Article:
The IDEAL Engine


| September/October 1974



Model D9G66A

Floyd Perleberg

10275 Case Rd., Brooklyn, Mich. 49230

The accompanying photograph shows a 13 HP IDEAL engine which was built in Brantford, Ontario, Canada by the Goold Shapley & Muir Co., Ltd. It was used near Port Rowan, Ontario to pump water. It had set for many years on the bank of a stream and the man I purchased it from told me that it had been inundated by high water at least one time.

It had a 6-1/2 inch bore and a 13 inch stroke, is hit and miss firing, but does not hold the exhaust valve open during the off firing cycles. The flyball governor moves a cam follower in a direction parallel to the cam in such a way that it contacts the cam lobe and operates the fuel injection pump (shown in the picture) only during cycles when a power stroke is required. .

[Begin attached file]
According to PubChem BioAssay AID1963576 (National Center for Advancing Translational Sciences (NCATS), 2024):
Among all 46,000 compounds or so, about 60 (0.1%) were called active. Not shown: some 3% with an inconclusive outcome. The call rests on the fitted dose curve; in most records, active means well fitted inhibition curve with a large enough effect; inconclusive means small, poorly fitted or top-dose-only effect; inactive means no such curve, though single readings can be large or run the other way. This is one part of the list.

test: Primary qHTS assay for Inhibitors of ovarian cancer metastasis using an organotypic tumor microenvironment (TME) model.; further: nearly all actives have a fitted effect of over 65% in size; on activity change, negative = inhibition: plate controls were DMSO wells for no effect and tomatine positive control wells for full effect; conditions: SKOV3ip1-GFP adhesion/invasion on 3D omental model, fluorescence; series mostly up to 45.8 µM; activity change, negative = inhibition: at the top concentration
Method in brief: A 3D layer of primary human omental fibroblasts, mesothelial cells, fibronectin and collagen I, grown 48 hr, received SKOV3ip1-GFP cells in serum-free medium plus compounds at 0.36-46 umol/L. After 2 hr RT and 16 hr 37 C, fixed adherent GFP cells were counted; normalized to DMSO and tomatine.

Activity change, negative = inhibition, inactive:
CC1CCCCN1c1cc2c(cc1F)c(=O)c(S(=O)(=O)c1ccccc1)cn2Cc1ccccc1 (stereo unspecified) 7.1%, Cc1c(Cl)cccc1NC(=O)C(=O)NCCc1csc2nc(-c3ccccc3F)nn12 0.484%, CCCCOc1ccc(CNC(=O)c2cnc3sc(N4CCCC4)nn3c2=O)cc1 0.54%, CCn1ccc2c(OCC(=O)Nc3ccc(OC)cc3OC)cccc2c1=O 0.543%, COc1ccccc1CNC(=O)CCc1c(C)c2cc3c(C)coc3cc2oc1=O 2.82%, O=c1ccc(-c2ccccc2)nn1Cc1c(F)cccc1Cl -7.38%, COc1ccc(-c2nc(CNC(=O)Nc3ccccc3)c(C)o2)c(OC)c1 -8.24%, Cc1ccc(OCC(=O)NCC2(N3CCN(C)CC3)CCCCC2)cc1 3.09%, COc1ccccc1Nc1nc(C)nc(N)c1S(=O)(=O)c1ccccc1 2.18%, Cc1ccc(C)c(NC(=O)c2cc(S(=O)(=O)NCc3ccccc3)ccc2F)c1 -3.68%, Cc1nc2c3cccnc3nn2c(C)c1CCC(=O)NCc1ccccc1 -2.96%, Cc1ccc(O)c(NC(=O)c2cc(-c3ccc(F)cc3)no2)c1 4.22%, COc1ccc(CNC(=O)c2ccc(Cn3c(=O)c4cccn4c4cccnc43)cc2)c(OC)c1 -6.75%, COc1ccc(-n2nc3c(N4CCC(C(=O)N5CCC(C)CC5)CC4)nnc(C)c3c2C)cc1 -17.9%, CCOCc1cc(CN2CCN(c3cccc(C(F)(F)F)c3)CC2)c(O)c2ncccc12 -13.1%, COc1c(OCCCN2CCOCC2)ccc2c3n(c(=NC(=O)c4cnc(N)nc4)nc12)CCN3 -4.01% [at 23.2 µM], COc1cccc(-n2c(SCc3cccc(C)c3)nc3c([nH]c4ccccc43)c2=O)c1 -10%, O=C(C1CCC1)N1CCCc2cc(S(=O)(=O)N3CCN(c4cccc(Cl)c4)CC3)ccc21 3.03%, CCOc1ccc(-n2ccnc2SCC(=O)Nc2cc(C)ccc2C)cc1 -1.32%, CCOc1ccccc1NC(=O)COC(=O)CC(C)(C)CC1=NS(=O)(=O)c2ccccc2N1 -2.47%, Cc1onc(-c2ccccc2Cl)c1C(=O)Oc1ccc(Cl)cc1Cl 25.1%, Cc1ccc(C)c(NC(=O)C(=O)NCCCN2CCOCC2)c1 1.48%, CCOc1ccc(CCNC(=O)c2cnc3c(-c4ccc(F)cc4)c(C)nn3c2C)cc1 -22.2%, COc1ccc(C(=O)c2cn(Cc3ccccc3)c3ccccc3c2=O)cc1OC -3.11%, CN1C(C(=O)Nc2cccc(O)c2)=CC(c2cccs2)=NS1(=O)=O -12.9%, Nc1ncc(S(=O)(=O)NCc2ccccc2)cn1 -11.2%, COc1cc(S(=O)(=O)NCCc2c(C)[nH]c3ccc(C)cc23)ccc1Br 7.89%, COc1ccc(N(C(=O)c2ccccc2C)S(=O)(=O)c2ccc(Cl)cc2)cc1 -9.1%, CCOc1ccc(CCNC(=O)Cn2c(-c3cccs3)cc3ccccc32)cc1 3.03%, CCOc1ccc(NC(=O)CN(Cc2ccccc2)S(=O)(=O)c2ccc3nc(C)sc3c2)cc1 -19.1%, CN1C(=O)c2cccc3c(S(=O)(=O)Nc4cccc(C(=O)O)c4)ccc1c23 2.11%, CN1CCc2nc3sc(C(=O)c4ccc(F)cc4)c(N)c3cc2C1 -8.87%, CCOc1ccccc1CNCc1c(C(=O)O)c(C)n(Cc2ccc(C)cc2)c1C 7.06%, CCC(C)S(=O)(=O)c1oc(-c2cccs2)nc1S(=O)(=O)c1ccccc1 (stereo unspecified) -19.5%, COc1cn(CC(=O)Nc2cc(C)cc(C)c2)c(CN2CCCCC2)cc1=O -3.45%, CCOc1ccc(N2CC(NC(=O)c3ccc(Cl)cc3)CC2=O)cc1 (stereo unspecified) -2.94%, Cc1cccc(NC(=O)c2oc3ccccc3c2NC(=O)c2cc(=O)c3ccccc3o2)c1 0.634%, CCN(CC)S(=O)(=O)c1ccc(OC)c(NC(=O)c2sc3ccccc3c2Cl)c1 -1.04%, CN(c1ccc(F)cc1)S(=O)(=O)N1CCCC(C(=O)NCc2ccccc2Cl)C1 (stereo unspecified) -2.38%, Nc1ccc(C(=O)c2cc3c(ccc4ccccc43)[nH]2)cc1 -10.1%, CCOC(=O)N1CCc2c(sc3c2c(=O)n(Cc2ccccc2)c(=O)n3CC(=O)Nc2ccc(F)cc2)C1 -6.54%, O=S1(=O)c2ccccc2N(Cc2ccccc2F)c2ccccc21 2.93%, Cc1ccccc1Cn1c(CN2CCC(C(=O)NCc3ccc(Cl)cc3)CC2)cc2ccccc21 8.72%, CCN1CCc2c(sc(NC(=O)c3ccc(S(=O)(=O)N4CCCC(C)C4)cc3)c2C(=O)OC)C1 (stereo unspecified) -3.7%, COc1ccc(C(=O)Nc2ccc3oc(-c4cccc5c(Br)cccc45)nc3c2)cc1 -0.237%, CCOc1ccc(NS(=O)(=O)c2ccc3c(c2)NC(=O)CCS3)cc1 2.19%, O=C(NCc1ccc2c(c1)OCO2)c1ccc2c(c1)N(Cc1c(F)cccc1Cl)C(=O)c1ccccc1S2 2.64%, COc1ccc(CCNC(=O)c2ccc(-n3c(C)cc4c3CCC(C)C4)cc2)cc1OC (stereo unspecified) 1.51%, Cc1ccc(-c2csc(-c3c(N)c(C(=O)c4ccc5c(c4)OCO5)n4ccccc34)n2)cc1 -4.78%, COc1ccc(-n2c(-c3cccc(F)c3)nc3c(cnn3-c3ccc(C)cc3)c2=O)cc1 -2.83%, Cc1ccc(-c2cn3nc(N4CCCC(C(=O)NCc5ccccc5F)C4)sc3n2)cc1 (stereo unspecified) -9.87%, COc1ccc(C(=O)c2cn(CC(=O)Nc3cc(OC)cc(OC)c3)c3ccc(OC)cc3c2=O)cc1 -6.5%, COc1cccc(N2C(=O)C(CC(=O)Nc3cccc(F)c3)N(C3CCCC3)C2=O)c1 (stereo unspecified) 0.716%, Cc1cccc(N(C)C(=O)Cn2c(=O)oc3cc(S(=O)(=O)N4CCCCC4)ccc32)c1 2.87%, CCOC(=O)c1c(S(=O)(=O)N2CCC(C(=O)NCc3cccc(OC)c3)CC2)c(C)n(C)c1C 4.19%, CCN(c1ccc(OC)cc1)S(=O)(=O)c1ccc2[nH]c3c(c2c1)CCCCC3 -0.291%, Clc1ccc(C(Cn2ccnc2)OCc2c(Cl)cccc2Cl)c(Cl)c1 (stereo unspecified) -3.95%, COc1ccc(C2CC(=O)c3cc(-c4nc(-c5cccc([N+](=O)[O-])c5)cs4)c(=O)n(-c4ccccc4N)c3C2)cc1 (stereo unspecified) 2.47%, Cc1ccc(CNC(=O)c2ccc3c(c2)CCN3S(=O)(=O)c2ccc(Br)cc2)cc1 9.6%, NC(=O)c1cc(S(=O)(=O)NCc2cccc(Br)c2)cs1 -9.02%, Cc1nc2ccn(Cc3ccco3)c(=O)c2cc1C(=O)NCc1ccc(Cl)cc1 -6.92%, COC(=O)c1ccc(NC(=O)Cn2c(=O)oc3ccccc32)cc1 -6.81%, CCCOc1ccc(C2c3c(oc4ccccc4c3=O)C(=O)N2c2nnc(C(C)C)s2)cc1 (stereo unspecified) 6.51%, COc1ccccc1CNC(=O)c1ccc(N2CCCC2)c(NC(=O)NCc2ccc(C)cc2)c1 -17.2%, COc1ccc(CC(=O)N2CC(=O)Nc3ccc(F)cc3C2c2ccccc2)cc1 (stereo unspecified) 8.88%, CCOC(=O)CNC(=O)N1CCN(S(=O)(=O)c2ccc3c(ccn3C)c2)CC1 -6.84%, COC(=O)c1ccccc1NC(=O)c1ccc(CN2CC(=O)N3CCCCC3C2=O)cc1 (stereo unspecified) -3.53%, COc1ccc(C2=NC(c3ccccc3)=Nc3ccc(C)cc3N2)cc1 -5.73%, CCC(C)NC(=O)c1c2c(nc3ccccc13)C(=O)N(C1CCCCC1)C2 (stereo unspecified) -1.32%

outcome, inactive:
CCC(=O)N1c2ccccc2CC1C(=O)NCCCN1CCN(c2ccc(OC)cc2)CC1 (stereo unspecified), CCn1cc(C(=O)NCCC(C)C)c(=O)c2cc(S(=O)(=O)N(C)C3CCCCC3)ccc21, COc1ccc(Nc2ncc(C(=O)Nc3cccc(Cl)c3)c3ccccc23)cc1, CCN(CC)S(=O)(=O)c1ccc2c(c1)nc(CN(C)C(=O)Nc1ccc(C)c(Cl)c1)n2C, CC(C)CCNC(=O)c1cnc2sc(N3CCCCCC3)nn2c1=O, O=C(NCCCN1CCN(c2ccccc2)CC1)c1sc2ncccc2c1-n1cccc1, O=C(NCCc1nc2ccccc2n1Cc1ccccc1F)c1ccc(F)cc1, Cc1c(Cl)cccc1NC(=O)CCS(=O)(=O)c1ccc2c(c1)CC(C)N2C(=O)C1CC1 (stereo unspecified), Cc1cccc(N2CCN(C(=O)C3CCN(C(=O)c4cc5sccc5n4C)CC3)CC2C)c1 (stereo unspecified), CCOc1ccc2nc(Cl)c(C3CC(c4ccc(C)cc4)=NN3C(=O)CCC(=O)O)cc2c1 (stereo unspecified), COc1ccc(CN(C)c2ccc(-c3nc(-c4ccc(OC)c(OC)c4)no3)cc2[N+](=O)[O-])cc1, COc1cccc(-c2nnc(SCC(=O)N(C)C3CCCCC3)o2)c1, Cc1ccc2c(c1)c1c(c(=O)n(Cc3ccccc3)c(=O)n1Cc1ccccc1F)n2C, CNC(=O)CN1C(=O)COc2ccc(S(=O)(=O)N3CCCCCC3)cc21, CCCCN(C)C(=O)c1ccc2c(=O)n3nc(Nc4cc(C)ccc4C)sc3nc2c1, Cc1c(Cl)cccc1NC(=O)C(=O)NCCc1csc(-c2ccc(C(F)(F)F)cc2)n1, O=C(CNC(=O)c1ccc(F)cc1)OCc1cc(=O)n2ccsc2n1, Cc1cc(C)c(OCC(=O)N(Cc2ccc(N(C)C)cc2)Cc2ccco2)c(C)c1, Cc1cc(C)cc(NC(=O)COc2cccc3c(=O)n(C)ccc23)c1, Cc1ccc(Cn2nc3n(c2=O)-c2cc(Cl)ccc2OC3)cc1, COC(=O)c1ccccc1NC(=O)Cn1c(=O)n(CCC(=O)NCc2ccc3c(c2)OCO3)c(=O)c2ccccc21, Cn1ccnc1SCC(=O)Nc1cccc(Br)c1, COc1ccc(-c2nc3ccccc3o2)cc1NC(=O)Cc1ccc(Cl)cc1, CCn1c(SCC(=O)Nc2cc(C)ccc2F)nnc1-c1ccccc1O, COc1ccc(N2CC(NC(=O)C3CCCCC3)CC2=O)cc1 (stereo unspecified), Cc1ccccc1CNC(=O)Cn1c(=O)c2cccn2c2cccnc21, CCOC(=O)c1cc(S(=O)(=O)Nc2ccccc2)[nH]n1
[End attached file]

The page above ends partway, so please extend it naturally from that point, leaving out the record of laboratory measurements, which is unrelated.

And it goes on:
The fuel for the engine shown is gasoline, but the company also made similar engines which operated on natural gas. At the back stroke, the piston uncovers a port through which most of the exhaust gases pass. The remainder are expelled through the exhaust valve on the exhaust stroke. This is the exhaust arrangement described by John P. Wilcox in his article on the Callahan engine - GEM July-August 1966.

The small engine in the picture is a 1-1/2 HP Goold-Shapley & Muir which I use to crank the larger one.

Mr. Louis Forrest, Staples, Ontario has a 25 HP IDEAL engine which was built to run on natural gas, and weighs 7600 pounds. The 13 HP engine described above weighs 3200 pounds. Specifications of engines manufactured by Goold-Shapley & Muir Co., Ltd. are given in GEM - July-AugustĀ  in an article by Carleton M. Mull.